We will continue to pray that God would make your paths straight and that His hand would guide and protect you guys!!

    Many blessings,

    Marissa <3

  2. Tina Harriman says:

    >Hey there. I'm loving the ability to hear about God at work in you and through you. He HAS equipped you for this! You may still feel fear at times…but your confidence is not in man, or any desired outcome…your confidence is in HIM ALONE! His mercies are new every morning and he will strengthen you from one difficult moment to the next. Keep trusting! We are all cheering you on and praying for you!

  3. Chasity says:

    >Your openness and honesty are so appreciated. I imagine myself in your shoes soon…feels like I'm reading my heart writing here.

  4. Kim says:

    >Kim- I have read through your entire blog now, and let me tell you that I am a mess. A mess of tears cried for joy, fear, anticipation, and love. WOW!! What an amazing journey. THANK YOU so much for sharing this with me. What a BEAUTIFUL child you have. I will keep you all in my prayers, and continue to follow your journey. God bless!! -Johanna

  5. Deb Sternke says:

    >Thank you so much for sharing Kim — I feel drawn closer into the presence of God when I read what you wrote.

    Thank you.

  6. Barbara says:

    I love how fragile we are, and will always be. How He continually challenges us if we feel self-sufficient. How He brings us to our knees. How He loves to hear us call on Him. And how He comes through every single time, enlarging our hearts for Him first of all.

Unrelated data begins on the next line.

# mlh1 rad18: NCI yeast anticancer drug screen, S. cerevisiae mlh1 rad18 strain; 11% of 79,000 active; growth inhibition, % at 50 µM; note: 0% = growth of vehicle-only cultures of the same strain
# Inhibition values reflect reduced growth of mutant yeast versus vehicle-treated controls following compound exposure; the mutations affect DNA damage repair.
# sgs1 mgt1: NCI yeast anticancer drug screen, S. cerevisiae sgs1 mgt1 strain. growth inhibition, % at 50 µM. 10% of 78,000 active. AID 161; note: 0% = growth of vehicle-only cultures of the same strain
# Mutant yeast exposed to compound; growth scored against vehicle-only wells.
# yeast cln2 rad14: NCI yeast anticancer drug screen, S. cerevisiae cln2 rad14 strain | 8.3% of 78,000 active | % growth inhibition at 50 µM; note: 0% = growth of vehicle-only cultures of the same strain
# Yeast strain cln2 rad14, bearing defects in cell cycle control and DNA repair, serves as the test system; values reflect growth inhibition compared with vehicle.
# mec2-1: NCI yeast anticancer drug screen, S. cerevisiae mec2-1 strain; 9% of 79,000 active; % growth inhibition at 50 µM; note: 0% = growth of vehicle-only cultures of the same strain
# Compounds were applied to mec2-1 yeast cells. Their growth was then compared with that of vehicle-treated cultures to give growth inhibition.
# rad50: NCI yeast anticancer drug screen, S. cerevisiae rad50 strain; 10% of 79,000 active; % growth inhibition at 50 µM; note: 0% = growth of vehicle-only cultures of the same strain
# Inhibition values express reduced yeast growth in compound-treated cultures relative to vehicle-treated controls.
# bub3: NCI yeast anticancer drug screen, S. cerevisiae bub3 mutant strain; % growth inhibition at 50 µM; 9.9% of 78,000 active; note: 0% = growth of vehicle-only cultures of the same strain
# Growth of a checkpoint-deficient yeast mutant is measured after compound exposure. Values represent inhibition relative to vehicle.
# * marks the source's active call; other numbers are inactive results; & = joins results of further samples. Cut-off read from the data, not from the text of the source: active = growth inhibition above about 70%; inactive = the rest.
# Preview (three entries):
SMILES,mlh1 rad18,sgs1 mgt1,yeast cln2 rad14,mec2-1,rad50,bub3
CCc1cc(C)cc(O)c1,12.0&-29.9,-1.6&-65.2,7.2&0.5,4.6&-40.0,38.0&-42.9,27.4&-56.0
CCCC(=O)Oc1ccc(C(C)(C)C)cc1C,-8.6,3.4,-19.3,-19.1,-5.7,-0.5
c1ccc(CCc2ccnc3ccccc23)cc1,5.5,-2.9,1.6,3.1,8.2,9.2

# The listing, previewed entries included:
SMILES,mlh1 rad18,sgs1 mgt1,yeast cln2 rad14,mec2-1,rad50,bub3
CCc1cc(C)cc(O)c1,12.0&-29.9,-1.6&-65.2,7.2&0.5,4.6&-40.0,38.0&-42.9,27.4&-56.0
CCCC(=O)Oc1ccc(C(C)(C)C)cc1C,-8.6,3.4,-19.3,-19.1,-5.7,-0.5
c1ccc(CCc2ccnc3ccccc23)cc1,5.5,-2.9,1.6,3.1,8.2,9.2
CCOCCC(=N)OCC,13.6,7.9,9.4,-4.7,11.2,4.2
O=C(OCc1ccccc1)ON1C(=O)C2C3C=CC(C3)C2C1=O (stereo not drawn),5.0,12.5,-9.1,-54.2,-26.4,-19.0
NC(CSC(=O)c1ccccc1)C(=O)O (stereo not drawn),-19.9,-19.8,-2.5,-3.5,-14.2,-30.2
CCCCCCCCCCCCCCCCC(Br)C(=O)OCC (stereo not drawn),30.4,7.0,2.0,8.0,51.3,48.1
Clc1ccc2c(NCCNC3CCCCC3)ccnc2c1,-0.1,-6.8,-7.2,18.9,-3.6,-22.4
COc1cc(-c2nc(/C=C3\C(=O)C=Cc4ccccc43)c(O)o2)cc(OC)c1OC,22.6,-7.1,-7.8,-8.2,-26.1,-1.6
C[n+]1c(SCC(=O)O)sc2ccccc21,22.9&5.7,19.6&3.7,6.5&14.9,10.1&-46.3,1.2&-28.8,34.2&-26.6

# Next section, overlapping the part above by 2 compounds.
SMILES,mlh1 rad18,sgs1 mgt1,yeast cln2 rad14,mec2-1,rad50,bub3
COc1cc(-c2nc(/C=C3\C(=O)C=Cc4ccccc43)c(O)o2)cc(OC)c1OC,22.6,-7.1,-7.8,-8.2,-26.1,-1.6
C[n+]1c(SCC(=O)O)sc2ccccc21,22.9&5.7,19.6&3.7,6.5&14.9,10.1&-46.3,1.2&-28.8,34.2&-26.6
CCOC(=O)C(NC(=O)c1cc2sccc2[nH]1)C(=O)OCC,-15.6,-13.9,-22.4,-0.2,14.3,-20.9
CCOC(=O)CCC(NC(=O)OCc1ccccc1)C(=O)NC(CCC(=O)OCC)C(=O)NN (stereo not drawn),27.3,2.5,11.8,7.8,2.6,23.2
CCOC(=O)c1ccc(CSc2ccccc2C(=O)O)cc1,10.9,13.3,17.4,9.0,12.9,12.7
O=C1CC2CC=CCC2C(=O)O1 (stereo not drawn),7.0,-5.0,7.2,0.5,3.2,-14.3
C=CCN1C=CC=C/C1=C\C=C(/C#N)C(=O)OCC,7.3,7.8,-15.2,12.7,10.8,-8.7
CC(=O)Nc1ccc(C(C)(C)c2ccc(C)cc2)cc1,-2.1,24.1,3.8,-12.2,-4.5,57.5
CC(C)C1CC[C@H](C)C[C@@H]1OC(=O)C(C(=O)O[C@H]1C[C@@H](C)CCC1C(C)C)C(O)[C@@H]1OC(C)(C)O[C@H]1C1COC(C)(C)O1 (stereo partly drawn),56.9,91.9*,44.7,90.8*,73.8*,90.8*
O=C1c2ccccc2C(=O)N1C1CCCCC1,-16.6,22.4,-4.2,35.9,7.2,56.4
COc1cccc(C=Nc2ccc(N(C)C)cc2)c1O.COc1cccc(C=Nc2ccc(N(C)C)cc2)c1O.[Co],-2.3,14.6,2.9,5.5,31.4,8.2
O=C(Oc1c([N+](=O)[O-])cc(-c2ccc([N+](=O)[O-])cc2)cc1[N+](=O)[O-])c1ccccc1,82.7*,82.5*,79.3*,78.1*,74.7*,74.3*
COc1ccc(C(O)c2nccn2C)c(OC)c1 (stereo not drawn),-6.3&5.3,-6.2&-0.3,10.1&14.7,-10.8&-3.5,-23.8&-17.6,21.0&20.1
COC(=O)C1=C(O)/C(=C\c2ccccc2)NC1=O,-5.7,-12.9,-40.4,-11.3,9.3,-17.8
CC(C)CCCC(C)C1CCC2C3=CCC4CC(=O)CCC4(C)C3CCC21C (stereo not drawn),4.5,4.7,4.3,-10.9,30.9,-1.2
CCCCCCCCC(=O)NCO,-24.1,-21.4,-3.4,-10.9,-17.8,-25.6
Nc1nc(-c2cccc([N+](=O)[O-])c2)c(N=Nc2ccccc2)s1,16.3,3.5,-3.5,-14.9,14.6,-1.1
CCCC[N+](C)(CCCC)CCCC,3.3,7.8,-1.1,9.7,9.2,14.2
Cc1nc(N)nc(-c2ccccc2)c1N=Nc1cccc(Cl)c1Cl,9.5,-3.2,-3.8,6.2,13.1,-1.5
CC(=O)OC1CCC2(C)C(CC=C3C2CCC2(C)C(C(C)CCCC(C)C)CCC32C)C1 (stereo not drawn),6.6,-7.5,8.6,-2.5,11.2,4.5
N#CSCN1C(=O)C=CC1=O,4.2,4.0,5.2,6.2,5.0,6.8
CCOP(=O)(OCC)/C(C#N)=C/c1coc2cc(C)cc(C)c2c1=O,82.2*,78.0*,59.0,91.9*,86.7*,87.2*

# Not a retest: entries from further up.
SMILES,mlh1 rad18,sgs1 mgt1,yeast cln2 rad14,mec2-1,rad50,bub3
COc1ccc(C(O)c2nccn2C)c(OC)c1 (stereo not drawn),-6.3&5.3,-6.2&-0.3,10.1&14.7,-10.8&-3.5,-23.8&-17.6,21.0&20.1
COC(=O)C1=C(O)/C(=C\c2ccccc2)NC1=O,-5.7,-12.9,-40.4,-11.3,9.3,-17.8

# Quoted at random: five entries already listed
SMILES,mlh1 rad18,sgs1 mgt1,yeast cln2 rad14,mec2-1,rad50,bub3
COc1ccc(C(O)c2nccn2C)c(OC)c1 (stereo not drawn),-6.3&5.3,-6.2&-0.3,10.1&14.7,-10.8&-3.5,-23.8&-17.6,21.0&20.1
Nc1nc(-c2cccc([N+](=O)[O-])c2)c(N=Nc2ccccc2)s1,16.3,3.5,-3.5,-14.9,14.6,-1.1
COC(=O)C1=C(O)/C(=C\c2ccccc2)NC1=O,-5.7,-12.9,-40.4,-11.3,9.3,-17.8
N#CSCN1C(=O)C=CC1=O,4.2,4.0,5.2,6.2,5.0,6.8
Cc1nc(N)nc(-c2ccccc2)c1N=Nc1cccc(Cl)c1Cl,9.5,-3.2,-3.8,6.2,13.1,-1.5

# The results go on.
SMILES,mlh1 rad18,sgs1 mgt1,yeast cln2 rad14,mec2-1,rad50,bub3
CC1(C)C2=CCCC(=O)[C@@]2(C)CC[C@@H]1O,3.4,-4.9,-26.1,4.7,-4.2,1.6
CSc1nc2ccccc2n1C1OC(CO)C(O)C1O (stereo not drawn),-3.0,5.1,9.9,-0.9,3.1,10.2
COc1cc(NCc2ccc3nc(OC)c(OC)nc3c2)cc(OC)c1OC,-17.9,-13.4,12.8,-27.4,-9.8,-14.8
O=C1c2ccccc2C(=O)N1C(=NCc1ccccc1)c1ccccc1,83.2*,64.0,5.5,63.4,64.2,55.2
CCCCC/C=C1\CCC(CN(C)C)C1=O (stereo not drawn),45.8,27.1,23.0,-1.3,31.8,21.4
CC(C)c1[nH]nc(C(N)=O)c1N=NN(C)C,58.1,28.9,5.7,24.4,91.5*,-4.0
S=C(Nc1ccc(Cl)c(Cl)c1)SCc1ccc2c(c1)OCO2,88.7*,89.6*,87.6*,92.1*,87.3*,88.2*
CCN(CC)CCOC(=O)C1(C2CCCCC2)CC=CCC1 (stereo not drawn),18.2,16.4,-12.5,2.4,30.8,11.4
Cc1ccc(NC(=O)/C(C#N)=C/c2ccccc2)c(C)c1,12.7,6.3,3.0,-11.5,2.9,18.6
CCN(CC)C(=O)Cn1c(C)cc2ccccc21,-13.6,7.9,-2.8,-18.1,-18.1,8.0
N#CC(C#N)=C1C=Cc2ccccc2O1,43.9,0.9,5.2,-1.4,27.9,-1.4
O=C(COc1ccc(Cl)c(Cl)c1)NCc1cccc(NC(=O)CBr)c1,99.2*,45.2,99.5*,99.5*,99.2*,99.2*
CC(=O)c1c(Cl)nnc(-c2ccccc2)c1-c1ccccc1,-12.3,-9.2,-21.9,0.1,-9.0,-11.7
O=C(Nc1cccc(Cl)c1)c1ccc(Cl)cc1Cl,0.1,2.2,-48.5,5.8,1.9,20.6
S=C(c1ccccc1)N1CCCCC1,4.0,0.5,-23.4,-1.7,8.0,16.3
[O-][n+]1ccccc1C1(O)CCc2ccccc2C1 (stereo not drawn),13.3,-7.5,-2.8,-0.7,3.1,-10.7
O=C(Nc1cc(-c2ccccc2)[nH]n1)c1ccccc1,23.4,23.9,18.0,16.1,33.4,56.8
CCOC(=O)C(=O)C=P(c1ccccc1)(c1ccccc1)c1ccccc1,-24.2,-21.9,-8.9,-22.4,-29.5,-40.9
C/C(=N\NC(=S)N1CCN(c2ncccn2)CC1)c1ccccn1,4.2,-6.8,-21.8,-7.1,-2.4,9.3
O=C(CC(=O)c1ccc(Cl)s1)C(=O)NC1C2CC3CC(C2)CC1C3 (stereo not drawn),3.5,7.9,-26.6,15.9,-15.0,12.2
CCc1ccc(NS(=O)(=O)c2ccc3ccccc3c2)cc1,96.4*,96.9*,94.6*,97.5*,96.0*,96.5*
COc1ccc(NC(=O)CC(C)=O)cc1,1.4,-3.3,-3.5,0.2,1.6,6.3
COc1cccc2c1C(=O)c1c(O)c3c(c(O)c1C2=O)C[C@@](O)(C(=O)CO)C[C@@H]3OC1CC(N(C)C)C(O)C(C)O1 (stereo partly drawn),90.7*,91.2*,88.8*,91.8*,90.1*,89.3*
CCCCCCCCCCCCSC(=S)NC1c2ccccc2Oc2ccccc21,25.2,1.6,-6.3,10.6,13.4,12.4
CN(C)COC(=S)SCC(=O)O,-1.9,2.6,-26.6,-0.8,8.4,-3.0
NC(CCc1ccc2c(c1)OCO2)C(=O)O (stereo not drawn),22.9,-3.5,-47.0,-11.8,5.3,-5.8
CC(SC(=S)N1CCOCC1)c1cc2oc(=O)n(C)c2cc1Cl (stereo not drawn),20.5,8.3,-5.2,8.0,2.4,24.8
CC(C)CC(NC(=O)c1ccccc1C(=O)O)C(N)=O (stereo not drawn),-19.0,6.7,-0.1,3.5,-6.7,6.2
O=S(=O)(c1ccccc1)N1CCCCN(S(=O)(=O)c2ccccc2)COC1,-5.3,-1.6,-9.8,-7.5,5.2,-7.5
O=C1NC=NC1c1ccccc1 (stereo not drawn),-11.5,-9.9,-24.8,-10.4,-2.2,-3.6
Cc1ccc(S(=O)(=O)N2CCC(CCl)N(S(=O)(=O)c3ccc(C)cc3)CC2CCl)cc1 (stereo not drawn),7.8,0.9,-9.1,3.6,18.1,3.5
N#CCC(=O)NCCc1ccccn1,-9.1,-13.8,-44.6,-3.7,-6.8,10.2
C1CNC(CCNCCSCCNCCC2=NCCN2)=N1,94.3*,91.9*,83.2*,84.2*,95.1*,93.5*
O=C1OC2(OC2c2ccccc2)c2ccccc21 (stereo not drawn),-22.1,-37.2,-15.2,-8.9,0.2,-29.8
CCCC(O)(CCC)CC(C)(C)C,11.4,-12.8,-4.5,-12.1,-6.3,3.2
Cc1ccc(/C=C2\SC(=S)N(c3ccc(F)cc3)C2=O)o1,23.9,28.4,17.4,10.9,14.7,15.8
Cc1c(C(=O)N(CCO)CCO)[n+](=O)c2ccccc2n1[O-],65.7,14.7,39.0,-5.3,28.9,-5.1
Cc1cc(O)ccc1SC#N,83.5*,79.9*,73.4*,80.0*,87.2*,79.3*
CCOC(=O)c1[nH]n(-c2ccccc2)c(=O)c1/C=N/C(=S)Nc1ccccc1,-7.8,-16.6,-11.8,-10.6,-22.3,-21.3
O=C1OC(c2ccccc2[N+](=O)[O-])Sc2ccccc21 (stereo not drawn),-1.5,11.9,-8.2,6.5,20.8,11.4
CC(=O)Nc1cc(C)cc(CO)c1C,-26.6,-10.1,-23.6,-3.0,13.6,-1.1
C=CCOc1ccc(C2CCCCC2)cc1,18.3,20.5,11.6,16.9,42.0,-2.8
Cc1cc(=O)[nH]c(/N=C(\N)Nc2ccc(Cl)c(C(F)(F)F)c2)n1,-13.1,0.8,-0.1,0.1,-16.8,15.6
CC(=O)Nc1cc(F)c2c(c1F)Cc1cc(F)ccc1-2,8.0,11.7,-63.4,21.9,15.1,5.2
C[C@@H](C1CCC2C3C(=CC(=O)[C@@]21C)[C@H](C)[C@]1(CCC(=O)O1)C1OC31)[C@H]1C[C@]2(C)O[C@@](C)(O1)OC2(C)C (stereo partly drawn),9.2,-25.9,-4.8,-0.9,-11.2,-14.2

7. Claire says:

    What a brilliant post! Praying for your sweet family.

    Cxx

  8. Dawn Hall says:

    Thank you. This was such a great post. I found you on Gypsy Mama. I love the statement,”Uganda will reveal to you a thousand gods you never knew you had.” Thanks for sharing.

  9. Hannah Ruth says:

    Thank you for re-sharing this post today. (Actually yesterday, I read it yesterday, then got called away from the computer, so commenting now.) I’m the person who posted after you on the Gypsy Mama.

    Hm. A good post. Deep thoughts. I like deep thoughts. Even though they are often hard to think about. Being in a new country (like Africa) does change you. I know. I was in India for three months this year. And I even grew up in CHina as an MK, and still. You see. You feel. You grow in awareness. You meet. You leave. And you are never the same.

    I like how you talk about fears. Our inadequacies. And yet in Christ we are complete, because Hi is our Sufficiency. What a comfort! And even though you’re not a perfect parent…your the best one for your kids. God hand-picked you to mother each of them.

    Thanks again for your post! Hope you are enjoying your new baby! And hope you had a great first Christmas with him…and of course with the rest of your family too! 🙂

    Prayed for you today!

    Because of His love,
    Hannah Ruth

  10. Visiting today from the Gypsy Mama. Love this so much! I actually run a ministry in rural Eastern Uganda and have been living here for the past four months with no plans of returning to the US anytime soon. I also am an adoptive Mama to an 21 month old baby girl from here. Love connecting with other UG mamas! Praying for you sister!

    • Kim says:

      Hi Lexi! I found your blog months ago — love it! I miss Uganda so much. Blessings to you!

  11. This was beautiful. I grew up in zambia and have spent much of my adult live in Africa and other Third Culture Countries so understand so much. Thank you for opening your home and your heart.

    • Kim says:

      Thanks Shanda. It’s amazing how this was one of the most difficult and trying times of my life, and I would LOVE to go back. One of those intense, incredible, hard, amazing experiences.